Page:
“She went from an empty-nester to caring for two toddlers and an infant, “all day, every day, by herself” the prosecutor said.

“She said she didn’t have any ‘me time,’” [Assistant Attorney General Donald] Macomber said, adding that Gatto would often call her mother to “let off steam” about how challenging the children were. “On Dec. 8, they talked for two hours."
Interestingly, the prosecutor seems to have played up Gatto's selfishness in wanting "me time." Indeed, it seems clear the woman was overwhelmed by caring for three young children.

That said, the injuries to the child were extensive:
at least 15 distinct injuries that were consistent with acute child abuse ... Chick died from blunt force trauma to the abdomen, which lacerated her pancreas, but she had head trauma as well, including a bruise that had forced one eye swollen shut.
Gatto's lawyer said at one point that he would argue the injuries were accidental, noting the child "was born drug-affected and was developmentally delayed and clumsy."  The population of Wiscasset, the seat of Lincoln County, is 3,732, but I note that Gatto was tried by a judge in Augusta.  I haven't read in any press a reason the trial was held in a neighboring county, but I did read that Gatto waived her right to a jury trial.

The Press-Herald report links to two related stories, one about the death of a 10-year-old in Stockton Springs (population 1,591),  just up the coast, a few months after Chick's death.  That death was also at the hands of a caregiver.  Another linked story is about the need for reform in Maine's child protection system.

Yet a third similar child death case from the mid-coast Maine area was on the front page of the April 25, 2019 issue of The Republican Journal, a weekly "serving twenty-six communities in Waldo County for 190 years."  The story by Jennifer Osborne (of the Ellsworth American, reporting on Hancock County) reports that a  judge had ruled that 21-year old Savannah Smith would be held without bail in the killing of two-year-old Kloe Hawksley, the daughter of Smith's boyfriend.  The death had occurred about 19 months earlier, but Smith was apparently not arrested until April of 2019, following the indictment by a grand jury.  Two of Smith's own three children had been taken into the custody of the the Maine Dept. of Health and Human Services on the day of Kloe's death, and the third child (apparently born just before Smith's arrest) was residing with its biological father.  At the bail hearing, the defense attorney (based on Bangor) had argued that Smith is "local," with numerous family members living in Bucksport, and also poor:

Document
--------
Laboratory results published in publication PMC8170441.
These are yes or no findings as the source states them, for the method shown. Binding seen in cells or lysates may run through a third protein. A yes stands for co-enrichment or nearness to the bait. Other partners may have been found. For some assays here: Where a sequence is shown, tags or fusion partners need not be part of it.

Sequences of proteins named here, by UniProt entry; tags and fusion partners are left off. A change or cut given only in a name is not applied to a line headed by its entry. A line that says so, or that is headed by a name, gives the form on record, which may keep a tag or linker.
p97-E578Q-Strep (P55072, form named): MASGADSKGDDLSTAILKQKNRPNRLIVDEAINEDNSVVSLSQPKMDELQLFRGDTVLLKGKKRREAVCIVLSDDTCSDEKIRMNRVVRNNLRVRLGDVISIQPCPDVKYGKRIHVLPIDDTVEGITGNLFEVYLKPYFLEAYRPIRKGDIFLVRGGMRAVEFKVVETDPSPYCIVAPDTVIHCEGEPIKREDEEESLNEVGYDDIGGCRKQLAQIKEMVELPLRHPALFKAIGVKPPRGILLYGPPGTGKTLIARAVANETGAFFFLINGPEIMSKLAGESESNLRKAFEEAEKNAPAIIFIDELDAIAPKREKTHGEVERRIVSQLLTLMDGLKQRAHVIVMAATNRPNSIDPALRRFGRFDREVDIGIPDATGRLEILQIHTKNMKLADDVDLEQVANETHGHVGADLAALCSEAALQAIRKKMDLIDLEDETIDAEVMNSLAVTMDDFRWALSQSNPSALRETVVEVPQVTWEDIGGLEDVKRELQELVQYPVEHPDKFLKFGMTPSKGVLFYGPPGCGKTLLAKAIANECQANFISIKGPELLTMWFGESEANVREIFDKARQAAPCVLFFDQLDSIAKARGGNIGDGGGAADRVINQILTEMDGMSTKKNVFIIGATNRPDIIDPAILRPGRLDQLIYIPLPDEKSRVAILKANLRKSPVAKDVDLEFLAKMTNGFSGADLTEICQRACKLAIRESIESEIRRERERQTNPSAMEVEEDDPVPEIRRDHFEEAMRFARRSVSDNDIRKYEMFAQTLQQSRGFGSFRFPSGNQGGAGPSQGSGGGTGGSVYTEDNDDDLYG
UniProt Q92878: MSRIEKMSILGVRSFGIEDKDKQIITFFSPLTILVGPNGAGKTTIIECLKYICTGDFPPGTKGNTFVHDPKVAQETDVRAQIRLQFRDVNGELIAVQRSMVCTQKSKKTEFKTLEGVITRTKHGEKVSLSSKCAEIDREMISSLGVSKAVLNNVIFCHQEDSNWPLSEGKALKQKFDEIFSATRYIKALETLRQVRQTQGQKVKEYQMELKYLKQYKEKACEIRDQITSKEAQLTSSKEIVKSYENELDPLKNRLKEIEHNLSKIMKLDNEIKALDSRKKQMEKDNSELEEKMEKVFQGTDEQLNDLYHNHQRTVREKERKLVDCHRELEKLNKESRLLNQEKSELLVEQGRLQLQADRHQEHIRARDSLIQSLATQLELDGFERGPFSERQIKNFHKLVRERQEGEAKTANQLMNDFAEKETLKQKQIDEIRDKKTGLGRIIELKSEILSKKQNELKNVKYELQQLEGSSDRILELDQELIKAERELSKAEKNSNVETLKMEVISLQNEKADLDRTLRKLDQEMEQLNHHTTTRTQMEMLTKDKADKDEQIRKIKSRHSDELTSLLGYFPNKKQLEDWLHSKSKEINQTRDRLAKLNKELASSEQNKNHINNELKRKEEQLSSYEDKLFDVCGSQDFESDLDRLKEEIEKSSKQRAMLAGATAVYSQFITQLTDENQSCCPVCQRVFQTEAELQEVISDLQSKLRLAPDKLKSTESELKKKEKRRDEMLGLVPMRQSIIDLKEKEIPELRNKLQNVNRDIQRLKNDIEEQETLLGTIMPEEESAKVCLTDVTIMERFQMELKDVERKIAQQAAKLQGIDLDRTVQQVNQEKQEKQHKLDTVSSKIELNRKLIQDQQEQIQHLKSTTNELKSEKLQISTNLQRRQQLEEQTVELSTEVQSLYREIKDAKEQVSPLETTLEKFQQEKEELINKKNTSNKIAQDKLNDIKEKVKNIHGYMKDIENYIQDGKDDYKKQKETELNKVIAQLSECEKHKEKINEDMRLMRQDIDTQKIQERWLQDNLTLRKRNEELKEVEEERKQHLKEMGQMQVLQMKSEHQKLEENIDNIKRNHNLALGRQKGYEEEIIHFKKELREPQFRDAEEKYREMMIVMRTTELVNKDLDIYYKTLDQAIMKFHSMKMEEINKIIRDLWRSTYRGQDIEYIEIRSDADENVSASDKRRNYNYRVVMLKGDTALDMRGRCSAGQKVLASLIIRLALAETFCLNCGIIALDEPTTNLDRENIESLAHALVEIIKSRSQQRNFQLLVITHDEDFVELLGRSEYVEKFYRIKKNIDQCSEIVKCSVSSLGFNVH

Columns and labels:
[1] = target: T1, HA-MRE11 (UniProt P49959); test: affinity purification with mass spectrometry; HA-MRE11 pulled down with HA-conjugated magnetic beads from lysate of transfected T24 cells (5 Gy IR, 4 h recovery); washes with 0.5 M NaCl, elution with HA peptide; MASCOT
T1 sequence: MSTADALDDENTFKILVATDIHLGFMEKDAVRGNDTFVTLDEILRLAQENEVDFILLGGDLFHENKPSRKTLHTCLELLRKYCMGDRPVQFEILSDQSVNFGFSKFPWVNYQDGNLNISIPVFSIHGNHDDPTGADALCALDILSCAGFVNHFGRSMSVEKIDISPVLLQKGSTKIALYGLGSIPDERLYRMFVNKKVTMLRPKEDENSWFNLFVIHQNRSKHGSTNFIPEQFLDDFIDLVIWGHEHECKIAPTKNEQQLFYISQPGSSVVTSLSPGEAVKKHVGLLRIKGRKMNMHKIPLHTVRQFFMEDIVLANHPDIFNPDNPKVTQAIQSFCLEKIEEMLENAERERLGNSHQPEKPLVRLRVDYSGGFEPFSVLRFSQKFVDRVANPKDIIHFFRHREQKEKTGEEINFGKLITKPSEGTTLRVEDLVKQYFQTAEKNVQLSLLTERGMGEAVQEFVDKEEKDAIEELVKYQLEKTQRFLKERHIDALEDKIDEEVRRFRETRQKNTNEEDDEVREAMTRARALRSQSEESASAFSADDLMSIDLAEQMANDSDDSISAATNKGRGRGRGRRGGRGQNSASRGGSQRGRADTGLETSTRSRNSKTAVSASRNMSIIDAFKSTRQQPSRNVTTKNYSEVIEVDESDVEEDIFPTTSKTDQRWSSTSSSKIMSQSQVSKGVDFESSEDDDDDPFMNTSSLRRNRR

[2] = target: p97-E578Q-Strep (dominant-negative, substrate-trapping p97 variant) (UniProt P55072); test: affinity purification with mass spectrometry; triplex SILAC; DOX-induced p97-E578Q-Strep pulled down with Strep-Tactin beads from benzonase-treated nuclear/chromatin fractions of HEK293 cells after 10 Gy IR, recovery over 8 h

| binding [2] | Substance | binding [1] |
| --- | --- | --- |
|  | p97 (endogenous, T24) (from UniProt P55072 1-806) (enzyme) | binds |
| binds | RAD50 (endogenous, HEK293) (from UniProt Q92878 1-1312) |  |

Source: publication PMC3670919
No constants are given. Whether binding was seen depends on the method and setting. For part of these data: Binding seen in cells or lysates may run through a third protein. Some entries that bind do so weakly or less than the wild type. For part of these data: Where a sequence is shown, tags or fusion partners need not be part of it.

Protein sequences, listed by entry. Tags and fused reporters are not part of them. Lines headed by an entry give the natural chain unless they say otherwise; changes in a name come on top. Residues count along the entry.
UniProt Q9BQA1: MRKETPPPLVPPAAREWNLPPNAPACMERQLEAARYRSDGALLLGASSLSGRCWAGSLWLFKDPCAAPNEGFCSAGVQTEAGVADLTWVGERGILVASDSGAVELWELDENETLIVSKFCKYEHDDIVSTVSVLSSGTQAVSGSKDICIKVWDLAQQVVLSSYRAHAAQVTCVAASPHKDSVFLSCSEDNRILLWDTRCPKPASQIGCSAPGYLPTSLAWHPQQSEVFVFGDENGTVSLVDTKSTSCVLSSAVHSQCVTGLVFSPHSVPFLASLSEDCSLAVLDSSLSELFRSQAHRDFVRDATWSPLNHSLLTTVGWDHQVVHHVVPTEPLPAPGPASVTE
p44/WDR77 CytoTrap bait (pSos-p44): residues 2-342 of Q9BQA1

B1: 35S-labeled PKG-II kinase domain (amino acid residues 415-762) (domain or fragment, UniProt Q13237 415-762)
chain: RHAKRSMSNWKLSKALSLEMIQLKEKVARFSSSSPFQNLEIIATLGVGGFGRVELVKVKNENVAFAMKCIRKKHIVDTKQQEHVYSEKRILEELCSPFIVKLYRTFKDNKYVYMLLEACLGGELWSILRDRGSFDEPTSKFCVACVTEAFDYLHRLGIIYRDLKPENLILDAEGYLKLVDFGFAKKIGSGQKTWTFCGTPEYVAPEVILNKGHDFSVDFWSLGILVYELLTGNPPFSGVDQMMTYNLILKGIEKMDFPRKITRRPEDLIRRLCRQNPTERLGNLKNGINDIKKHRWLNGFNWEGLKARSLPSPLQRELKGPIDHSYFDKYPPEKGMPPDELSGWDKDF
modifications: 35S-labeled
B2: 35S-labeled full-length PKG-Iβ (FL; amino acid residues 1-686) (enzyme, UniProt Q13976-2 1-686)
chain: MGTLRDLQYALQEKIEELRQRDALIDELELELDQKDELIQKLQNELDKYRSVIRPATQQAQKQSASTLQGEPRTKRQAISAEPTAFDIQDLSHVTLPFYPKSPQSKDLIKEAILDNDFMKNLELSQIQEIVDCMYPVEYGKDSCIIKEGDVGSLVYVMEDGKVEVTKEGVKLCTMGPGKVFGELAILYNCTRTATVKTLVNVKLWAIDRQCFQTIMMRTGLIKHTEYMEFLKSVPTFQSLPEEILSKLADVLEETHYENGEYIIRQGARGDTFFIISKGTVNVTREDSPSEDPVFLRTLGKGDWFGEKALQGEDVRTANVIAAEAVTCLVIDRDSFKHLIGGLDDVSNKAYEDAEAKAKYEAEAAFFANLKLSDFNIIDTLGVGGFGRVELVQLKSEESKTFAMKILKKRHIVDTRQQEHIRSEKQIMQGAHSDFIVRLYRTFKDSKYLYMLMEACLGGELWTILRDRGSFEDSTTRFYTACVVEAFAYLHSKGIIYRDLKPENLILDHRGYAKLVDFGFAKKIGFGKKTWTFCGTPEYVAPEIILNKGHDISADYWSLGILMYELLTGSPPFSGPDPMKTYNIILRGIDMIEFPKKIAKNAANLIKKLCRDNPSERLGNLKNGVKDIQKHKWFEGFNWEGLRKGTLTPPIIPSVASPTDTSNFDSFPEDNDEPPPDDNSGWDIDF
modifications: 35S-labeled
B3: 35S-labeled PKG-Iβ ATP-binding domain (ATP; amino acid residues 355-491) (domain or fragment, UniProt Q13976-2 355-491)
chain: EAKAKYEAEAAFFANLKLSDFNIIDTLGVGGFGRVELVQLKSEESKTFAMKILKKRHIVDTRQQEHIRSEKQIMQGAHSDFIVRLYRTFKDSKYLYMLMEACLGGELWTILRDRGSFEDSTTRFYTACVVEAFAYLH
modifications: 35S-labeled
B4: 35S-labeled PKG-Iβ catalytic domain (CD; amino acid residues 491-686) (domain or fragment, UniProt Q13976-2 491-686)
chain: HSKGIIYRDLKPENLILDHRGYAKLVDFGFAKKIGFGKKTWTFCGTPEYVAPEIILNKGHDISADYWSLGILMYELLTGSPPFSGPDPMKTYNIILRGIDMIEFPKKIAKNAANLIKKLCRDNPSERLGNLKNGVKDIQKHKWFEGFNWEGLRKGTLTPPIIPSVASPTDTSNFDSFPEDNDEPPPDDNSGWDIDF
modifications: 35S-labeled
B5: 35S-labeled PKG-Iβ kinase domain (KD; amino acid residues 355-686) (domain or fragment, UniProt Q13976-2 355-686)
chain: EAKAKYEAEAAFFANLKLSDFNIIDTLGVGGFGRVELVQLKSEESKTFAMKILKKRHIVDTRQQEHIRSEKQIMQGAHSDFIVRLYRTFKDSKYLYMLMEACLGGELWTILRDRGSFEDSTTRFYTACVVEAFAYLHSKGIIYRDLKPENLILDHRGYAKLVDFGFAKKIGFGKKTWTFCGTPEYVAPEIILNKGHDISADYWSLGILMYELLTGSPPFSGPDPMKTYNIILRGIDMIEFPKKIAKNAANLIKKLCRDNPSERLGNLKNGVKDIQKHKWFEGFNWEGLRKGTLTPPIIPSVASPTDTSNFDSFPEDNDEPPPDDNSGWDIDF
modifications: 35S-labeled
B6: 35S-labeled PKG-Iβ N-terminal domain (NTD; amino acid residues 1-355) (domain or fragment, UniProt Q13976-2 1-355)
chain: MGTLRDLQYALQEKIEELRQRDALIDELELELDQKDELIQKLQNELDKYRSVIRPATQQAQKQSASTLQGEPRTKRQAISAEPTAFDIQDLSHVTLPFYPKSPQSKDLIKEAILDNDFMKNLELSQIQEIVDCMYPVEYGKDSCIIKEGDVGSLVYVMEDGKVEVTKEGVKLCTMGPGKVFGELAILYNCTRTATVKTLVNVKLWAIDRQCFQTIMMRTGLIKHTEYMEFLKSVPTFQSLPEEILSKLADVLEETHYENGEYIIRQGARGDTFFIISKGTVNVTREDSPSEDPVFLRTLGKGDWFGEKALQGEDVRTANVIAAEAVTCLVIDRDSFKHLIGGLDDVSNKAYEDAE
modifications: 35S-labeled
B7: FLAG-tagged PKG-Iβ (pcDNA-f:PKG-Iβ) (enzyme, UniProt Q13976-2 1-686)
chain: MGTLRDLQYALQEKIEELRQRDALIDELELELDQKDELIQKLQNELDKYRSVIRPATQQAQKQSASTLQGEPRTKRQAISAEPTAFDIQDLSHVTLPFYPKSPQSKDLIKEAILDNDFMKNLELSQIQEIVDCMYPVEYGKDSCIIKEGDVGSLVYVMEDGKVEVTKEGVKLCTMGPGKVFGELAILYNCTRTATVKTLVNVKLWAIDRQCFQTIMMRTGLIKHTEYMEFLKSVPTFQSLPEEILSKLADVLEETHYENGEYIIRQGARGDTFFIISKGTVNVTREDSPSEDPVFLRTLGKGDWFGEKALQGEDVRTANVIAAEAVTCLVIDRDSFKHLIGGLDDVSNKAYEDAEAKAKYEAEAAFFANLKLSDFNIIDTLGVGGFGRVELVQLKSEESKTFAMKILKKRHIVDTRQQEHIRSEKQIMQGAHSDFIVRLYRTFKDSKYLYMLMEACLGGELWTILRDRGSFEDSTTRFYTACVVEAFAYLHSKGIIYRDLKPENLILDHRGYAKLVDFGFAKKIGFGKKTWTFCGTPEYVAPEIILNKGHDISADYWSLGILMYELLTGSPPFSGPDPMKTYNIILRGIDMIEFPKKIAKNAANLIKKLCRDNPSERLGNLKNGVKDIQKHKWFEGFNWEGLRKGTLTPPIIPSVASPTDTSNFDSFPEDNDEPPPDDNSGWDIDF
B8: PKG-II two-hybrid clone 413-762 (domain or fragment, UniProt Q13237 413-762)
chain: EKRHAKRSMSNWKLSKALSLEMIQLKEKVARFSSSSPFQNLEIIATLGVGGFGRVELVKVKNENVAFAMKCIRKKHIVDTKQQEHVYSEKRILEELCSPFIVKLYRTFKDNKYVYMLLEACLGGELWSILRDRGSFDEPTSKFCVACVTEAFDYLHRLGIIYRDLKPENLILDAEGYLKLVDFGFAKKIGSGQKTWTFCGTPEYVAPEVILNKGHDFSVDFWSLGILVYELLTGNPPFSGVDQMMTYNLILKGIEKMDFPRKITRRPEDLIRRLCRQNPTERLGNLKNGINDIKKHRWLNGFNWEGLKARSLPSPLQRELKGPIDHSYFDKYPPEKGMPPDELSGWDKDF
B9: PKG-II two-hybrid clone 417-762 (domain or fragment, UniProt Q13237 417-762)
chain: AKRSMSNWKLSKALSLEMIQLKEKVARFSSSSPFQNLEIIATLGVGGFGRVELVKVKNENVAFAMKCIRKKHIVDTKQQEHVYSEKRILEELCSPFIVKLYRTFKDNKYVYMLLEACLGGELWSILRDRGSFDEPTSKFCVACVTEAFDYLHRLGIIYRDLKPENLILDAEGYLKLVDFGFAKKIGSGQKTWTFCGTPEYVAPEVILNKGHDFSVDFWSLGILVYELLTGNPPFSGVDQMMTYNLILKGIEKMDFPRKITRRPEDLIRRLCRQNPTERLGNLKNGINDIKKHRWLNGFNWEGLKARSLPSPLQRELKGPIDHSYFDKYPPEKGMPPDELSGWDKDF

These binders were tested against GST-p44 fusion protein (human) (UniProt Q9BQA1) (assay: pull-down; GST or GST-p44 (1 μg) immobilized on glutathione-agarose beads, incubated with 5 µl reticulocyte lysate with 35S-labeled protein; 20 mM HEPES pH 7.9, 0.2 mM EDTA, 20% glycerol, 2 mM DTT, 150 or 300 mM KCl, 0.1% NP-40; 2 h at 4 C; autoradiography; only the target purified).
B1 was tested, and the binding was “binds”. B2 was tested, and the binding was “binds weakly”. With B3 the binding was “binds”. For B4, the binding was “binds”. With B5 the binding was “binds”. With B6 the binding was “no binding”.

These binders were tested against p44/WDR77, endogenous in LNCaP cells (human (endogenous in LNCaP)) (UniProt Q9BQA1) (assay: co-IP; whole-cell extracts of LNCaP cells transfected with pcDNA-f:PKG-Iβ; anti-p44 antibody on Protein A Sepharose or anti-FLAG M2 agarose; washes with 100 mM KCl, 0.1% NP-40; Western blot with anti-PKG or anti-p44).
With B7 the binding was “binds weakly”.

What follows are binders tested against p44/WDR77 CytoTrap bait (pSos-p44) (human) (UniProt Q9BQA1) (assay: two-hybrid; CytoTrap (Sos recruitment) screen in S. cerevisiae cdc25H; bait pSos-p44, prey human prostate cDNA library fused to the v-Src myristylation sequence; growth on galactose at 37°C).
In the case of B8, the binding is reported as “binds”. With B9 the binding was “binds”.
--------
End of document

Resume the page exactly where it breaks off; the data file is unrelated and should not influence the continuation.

Her life is local.  Her set of contacts is local.  This is a family of limited means.  Most of them do not own property.
Later Smith's attorney spoke to the media on the courthouse steps:
Smith is young and never been in trouble.  She's upset.  Plus she gave birth three days before she was arrested.  I feel for her.  Hopefully, we'll sort this whole thing out.
Smith has been living in a Bucksport motel since the toddler's death, but a Maine DHHS supervisor testified about concerns over the woman's unstable living situation, in part because "methamphetamine users" have been living in the hotel room with Smith.  Plenty of tragedy all around in this story, and no doubt a lack of social service and other supports in this rural area.  As with the Wiscasset story, I find myself wanting to know more about the roles played by the man in the children's lives--here, Kloe's father, and in the case of Chick, the child's grandfather, who apparently lived with the woman convicted in the child's death.  How is it that women came to be charged but not men.  What evidence exculpated the men?  It would be great if the journalists told us more, and we can only assume the courts in the respective cases probed or will probe where the father and grandfather were and why the blame fell on the women.

Page A7 of that April 25, 2019 issue of the Republican Journal, under "Crime & Courts," reports on "Grand Jury Indictments" and "Waldo County Unified Court Closes Cases," and it also features a "Police Blotter."

I'll return to Part II of this series shortly; it will address the array of other rural criminal justice issues that showed up in the (mostly local) media during my recent visit.